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Tesla Factory Automation Compare to GM, Ford and Toyota?

Discussion in 'TSLA Investor Discussions' started by kevin99, Jun 12, 2013.

  1. kevin99

    kevin99 Banned

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    #1 kevin99, Jun 12, 2013
    Last edited: Jun 12, 2013
    I picked up my MS 85 today. Take the factory tour as well. Good stuffs. The tour guy just join Tesla for a month so he couldn't answer some of my questions. But this is what I get:

    1. Daily production volume is 70-90.
    2. 5 days a week.
    3. 2 shifts, most workers full time, few temp.
    4. They could increase temps to fill the orders by quarter end.

    My impression is they have complete control on how many cars they want to produce. If they need more, simply get some temps. I don't expect the Q2 to significantly beat the estimate, they don't have to. But they should come out with a comfortable number that won't affect the stock negatively.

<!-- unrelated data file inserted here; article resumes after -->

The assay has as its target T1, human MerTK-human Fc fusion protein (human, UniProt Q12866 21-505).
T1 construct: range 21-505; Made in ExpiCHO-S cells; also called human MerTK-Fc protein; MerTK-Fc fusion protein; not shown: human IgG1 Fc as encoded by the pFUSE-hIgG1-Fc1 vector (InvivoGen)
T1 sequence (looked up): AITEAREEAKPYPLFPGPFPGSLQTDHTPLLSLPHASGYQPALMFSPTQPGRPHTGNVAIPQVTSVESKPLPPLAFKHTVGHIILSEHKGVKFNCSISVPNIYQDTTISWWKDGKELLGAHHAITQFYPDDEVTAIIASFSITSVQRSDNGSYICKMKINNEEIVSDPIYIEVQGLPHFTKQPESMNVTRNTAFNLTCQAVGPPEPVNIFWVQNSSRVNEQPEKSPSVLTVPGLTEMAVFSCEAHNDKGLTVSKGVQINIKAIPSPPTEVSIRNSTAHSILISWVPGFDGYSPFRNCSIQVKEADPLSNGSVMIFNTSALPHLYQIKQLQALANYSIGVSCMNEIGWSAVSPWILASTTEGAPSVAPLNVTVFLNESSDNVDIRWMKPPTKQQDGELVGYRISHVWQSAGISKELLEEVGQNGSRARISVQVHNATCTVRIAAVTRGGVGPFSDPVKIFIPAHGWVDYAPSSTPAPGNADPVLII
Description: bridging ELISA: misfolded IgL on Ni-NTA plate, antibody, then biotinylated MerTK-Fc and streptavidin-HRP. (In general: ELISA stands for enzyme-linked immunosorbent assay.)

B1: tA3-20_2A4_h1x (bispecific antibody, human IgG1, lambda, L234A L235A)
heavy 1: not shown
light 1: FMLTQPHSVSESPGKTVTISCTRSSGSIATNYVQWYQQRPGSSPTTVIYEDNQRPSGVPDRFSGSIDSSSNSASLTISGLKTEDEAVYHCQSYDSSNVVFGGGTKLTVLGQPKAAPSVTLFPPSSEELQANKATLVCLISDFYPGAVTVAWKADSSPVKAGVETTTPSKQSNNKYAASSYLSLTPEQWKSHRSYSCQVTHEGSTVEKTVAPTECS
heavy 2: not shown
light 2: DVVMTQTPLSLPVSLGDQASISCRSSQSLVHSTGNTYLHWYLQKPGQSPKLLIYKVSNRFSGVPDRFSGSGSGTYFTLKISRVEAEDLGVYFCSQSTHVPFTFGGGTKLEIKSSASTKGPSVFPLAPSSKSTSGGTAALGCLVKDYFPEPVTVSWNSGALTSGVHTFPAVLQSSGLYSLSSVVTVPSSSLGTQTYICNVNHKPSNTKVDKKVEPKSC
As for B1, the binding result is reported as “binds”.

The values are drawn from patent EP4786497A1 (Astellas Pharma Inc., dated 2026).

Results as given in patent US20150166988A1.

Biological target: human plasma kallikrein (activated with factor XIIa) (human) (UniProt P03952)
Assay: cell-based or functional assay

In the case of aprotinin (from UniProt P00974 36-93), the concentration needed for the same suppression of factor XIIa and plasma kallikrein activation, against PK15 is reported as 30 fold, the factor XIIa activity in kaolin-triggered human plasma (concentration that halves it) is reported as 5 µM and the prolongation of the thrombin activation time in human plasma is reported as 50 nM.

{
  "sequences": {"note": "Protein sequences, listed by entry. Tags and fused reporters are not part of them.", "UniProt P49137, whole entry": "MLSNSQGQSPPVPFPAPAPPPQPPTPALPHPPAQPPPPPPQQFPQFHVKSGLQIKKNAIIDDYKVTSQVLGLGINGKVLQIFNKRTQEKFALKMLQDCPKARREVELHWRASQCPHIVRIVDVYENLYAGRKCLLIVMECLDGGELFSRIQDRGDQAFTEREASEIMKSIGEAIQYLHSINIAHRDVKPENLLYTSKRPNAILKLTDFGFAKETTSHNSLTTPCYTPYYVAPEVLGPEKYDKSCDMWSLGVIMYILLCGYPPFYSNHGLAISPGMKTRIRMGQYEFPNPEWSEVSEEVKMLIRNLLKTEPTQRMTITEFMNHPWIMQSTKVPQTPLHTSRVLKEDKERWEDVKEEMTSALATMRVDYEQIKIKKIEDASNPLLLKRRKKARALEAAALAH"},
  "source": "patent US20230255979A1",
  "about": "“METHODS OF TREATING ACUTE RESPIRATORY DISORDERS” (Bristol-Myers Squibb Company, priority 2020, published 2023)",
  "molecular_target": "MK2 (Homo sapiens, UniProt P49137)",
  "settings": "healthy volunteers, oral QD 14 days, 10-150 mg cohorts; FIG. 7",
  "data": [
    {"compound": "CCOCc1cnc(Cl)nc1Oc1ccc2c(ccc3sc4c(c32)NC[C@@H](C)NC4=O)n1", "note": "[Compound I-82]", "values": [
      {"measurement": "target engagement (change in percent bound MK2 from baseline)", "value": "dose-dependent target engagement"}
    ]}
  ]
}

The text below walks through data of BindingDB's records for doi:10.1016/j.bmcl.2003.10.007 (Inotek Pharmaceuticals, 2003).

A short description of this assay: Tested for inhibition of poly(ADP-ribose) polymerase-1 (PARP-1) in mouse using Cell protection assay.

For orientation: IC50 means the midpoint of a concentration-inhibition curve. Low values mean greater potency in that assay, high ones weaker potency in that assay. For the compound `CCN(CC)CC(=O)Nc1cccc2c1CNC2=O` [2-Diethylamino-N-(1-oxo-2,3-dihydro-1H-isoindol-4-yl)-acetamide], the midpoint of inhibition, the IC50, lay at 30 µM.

One question I have. It is impressive to watch the assembly line when the robots work on each station and the car move from one station to the next. The degree of automation seems high. But how does it compare to other automakers GM, Ford and Toyota, does Tesla has higher degree of automation and efficiency? I can see by removing the engine, transmission, exhaust system, there is a lot less moving parts. But anyone has intimate knowledge of how other manufacturers operate?
     
  2. vgrinshpun

    vgrinshpun Active Member

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    Did you have an impression that second shift has the same quantity of workers as the first shift? Does it cover only certain areas of production, or all of them? It is a bit disconcerting that they still can't produce 80 cars/week using one shift only.

    Could you clarify what does #4 mean? There are 2.5 weeks till the end of Q2. Did you mean to say that total backlog of orders is 2.5 x 90 x 5= 1125 cars? This seem to be improbably low, even if it accounts for the NA only.
     
  3. kevin99

    kevin99 Banned

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    #3 kevin99, Jun 13, 2013
    Last edited: Jun 13, 2013
    Not sure about the 2nd shift.
    I don't mean any specific number of orders they try on meet. Just means they seems to have control on meeting the orders, give or take a few hundreds.